I can see what others are saying about just throwing bulbs in without changing the whole housing. My question is, if I were to go with 35W in the main headlights, would that be a severe nuisance to other drivers when on lo-beam? And then when switched to hi-beam, will I get more distance and overall light output than that of a good halogen for off road purposes? There would be no point in switching to 35W if it is not a significant upgrade from standard halogens. If that were the case, I would just stick with switching the fogs only.
     
  6. Sep 25, 2011 at 11:22 PM
    #6
    FY01CPO

    FY01CPO Well-Known Member

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    black tube steps, side marker turn signals, 15% tint and window strip, EGR vent shades, fighter pilot/cockpit mod, console and glove box auto on LED, anytime fog light mod, 3000k HID fogs, bed mat wing nut mod, locking bed storage bin mod, smoked tail lights, plasti-dipped rims, blacked out emblems, black tail pipe, tail gate hose clamp, rear seat utility/dog shelf with rear center console access door.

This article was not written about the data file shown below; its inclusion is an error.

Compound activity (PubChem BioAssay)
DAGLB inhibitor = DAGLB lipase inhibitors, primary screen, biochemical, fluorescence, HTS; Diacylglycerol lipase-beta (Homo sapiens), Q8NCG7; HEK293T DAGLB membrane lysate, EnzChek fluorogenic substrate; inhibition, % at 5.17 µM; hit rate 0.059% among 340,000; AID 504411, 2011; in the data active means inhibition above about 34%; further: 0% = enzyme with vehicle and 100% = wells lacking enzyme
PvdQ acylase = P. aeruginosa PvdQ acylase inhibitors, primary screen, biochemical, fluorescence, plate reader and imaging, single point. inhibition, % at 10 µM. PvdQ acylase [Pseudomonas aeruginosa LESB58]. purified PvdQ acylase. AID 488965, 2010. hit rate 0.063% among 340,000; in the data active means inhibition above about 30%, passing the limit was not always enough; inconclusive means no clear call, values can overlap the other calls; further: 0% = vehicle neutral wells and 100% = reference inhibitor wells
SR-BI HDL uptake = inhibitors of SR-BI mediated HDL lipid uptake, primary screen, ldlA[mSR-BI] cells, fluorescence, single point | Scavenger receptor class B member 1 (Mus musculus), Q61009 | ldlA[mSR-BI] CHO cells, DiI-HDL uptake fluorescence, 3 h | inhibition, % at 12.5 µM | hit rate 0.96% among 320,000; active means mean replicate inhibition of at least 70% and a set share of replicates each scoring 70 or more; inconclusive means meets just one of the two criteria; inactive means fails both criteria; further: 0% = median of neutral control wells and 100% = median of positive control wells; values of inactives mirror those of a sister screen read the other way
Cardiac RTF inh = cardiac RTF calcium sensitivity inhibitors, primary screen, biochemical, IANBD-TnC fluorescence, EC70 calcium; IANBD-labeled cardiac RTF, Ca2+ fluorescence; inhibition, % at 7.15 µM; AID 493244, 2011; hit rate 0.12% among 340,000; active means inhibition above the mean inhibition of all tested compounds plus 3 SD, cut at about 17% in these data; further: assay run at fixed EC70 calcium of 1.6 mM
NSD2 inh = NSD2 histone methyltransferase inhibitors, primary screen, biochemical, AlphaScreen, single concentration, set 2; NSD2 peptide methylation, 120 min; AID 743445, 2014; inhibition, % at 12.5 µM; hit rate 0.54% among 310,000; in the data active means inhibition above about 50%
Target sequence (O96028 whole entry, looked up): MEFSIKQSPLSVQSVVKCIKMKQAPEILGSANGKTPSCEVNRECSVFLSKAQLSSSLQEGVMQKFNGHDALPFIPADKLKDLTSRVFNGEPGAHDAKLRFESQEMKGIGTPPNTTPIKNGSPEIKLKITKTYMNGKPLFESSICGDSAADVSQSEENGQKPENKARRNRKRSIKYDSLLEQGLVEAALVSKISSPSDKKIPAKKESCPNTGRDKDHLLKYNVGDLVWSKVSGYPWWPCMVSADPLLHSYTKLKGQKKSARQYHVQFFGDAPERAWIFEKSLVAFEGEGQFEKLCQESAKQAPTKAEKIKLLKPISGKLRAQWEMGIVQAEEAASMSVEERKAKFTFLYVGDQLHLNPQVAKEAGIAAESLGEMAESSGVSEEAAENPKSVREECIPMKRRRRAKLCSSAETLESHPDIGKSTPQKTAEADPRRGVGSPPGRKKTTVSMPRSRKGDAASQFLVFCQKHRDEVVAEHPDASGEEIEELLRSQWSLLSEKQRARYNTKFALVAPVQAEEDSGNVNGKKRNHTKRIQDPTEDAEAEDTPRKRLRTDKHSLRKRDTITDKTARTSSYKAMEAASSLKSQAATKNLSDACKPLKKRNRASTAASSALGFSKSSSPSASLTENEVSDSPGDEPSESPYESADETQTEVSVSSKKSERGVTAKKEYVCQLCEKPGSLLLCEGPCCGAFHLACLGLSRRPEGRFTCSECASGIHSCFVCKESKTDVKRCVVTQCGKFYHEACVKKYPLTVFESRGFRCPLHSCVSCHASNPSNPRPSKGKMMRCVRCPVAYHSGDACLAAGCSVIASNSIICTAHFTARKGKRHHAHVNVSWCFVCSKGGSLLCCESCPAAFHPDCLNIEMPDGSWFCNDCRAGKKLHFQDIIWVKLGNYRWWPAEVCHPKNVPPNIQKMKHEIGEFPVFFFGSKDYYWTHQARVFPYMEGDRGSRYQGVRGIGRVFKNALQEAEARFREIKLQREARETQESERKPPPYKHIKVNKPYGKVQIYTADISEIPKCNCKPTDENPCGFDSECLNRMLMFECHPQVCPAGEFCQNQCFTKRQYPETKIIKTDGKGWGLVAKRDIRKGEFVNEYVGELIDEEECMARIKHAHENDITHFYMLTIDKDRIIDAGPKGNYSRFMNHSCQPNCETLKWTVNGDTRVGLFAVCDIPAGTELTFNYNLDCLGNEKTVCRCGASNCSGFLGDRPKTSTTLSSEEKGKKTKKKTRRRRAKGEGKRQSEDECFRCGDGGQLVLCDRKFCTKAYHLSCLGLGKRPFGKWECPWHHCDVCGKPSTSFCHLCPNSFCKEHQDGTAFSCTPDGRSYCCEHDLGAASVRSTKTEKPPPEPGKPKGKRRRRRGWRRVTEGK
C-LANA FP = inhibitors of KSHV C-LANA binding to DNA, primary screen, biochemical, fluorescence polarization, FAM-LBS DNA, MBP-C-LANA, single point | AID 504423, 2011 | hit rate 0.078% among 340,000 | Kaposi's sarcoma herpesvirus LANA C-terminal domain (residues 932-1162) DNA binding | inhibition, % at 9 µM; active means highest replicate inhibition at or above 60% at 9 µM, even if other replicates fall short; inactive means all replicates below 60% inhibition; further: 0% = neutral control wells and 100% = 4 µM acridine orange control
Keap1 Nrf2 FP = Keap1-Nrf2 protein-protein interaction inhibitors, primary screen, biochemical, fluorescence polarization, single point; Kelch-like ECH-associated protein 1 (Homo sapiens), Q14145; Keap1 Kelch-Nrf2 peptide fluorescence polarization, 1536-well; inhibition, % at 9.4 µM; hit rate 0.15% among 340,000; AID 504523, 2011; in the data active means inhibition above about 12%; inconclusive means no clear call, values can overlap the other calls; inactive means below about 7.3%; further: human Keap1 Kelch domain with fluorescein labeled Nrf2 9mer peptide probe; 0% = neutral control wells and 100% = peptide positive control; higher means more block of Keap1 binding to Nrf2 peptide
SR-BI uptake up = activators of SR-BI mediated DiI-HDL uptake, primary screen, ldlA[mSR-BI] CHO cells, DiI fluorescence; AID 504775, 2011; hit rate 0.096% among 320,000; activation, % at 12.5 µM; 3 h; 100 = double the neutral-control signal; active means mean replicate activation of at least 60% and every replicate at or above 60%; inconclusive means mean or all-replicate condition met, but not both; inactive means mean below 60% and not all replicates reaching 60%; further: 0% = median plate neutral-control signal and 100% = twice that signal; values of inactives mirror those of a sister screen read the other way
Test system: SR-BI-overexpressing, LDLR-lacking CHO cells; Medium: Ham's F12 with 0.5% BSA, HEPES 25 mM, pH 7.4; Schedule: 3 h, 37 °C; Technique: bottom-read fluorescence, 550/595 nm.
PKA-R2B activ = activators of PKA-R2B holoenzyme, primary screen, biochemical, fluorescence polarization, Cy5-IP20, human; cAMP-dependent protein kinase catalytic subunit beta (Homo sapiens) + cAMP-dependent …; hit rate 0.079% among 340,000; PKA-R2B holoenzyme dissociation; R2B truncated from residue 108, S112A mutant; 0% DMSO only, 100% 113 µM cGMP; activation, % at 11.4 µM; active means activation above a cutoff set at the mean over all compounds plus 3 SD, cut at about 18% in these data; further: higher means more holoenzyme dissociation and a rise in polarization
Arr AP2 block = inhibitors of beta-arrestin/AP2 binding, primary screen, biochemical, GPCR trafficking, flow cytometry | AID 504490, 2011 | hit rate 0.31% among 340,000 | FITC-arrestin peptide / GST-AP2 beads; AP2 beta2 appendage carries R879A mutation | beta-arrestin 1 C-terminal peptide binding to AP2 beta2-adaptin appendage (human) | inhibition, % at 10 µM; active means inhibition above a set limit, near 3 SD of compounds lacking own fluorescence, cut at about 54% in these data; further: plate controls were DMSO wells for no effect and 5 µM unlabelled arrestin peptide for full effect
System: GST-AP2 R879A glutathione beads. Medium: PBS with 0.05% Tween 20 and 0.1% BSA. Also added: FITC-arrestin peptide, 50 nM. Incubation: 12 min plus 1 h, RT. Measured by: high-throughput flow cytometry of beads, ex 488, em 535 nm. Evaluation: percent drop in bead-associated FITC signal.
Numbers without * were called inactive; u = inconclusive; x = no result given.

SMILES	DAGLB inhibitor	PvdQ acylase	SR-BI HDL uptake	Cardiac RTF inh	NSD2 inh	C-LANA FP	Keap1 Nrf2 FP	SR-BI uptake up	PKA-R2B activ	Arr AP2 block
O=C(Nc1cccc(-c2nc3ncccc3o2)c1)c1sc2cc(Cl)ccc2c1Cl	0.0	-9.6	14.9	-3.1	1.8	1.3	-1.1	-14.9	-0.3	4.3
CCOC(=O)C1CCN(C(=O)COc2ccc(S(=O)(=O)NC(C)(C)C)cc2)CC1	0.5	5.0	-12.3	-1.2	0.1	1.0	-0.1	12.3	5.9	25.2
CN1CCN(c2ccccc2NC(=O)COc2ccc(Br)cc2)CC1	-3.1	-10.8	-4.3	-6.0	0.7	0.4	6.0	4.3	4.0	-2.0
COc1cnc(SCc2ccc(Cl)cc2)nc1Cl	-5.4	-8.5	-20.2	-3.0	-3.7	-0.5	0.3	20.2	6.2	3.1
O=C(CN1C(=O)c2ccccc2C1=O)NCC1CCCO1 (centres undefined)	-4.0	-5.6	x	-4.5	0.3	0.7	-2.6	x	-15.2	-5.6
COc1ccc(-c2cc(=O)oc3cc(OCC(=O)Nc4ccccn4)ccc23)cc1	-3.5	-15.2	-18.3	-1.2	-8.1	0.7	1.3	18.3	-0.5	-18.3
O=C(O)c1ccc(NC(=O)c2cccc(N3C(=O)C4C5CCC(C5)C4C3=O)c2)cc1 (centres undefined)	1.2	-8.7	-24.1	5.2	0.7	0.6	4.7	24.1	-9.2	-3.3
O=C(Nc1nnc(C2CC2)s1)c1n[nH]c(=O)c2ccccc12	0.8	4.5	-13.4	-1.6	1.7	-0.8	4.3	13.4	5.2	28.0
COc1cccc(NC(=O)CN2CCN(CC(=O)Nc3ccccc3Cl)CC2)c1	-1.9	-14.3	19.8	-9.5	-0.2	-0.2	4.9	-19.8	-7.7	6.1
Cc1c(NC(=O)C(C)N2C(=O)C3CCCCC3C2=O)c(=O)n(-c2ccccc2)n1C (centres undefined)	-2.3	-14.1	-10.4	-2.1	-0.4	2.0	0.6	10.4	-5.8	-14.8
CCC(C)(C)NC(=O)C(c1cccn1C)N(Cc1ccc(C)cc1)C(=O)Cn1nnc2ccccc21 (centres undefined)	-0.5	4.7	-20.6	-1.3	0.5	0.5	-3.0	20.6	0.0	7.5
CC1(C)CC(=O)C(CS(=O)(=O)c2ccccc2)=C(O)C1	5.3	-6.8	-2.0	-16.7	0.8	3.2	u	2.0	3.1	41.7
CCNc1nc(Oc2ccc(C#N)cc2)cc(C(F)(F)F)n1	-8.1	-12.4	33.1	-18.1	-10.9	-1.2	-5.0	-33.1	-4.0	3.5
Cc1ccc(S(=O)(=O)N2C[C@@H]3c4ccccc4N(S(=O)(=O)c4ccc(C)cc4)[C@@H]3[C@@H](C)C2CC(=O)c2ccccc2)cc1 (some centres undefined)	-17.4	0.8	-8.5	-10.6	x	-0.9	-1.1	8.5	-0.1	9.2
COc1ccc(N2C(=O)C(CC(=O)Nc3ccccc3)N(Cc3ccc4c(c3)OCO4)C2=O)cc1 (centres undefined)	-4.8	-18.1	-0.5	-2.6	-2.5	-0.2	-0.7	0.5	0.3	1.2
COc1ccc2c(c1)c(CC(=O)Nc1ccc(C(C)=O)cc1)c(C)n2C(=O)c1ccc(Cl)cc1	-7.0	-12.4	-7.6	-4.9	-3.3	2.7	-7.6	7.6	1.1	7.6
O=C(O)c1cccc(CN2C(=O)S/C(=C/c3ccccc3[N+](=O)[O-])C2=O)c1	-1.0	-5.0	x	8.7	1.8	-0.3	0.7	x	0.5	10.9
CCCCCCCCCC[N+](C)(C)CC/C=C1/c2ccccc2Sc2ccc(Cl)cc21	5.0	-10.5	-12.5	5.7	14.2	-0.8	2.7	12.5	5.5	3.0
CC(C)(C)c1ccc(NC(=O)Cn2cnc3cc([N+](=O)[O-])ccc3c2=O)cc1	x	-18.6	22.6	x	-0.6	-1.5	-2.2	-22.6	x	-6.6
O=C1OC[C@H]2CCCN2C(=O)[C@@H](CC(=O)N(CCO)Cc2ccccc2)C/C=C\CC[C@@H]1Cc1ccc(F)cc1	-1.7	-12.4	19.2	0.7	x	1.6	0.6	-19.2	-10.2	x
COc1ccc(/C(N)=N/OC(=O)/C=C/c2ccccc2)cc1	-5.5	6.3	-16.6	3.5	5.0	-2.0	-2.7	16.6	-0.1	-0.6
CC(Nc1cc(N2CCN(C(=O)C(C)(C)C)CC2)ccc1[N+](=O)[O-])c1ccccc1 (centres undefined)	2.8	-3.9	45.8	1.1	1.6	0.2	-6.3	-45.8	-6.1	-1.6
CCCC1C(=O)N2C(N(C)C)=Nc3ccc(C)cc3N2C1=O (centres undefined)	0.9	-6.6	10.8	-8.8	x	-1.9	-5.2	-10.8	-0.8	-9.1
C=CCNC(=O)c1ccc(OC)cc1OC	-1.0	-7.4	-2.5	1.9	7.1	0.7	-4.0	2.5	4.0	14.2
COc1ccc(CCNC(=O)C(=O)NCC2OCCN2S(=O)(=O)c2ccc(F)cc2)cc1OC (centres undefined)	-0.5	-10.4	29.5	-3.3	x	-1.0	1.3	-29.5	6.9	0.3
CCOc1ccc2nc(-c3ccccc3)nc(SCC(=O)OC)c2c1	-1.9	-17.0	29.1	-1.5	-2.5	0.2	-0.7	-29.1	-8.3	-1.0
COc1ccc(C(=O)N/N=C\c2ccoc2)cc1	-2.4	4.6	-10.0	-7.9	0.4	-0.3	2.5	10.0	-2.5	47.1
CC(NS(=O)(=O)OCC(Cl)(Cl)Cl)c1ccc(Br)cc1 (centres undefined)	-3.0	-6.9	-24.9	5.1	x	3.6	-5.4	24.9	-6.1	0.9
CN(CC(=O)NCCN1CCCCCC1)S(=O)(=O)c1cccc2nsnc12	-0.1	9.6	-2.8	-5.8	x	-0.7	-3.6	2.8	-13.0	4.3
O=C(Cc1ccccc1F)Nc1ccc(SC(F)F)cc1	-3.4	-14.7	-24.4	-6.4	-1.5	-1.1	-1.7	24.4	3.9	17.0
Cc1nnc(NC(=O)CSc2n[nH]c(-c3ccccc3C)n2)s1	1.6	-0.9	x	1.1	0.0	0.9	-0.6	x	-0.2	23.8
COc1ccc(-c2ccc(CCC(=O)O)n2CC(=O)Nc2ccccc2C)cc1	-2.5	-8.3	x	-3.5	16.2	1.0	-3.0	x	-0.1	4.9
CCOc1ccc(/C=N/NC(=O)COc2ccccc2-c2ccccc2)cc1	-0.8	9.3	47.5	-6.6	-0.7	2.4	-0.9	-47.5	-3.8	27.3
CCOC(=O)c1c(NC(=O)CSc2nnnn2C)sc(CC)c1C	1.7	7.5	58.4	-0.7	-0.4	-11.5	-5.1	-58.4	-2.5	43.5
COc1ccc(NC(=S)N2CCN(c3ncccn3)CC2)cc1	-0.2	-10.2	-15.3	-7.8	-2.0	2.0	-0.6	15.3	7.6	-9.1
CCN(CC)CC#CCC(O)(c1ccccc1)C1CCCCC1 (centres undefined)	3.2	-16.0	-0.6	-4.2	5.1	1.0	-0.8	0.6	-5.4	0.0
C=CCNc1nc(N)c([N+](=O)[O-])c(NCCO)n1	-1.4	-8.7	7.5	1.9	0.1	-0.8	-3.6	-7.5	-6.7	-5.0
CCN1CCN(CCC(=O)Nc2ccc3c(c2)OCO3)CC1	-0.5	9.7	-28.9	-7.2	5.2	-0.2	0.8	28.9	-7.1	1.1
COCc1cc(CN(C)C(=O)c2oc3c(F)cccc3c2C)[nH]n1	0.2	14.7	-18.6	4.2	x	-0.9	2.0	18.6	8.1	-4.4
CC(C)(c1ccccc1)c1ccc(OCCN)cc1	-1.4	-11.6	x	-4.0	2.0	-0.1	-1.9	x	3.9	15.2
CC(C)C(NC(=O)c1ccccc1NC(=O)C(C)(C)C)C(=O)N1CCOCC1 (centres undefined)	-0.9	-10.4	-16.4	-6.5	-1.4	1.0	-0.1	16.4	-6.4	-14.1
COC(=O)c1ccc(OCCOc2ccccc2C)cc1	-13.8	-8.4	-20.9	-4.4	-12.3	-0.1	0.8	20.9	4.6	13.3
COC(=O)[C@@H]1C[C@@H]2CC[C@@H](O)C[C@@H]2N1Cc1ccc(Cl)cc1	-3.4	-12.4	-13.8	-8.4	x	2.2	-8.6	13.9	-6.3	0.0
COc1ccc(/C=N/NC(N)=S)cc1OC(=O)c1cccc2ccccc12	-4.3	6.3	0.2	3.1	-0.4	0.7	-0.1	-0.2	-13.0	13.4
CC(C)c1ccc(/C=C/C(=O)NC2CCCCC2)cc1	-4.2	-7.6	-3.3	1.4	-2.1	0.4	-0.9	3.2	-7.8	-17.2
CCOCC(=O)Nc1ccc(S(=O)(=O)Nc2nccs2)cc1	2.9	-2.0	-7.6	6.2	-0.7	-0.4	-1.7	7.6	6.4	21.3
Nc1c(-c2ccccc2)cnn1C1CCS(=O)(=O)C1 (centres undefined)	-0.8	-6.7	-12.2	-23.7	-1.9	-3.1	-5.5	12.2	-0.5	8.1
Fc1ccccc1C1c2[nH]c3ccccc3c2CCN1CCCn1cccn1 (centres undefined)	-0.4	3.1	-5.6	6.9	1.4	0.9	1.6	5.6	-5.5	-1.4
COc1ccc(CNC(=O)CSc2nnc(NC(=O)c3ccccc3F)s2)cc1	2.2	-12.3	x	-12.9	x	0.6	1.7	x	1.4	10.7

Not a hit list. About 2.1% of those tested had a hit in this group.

They are supposed to arrive here this week. I will be sure to let you know how they are and will post pics. I think they are the 35W ones. They got good reviews on Amazon. I could have used them last week when the fog was pretty thick. I had to turn off my headlights one time because even in lo-beam, they were reflecting back pretty bad.
     
  7. Sep 25, 2011 at 11:39 PM
    #7
    Warhorseforever

    Warhorseforever Will The Thrill

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  8. Sep 26, 2011 at 8:48 AM
    #8
    tbkfan

    tbkfan [OP] Active Member

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  9. Sep 26, 2011 at 8:49 AM
    #9
    tbkfan

    tbkfan [OP] Active Member

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    Thanks. That was the kind of "HID 101" I was looking for.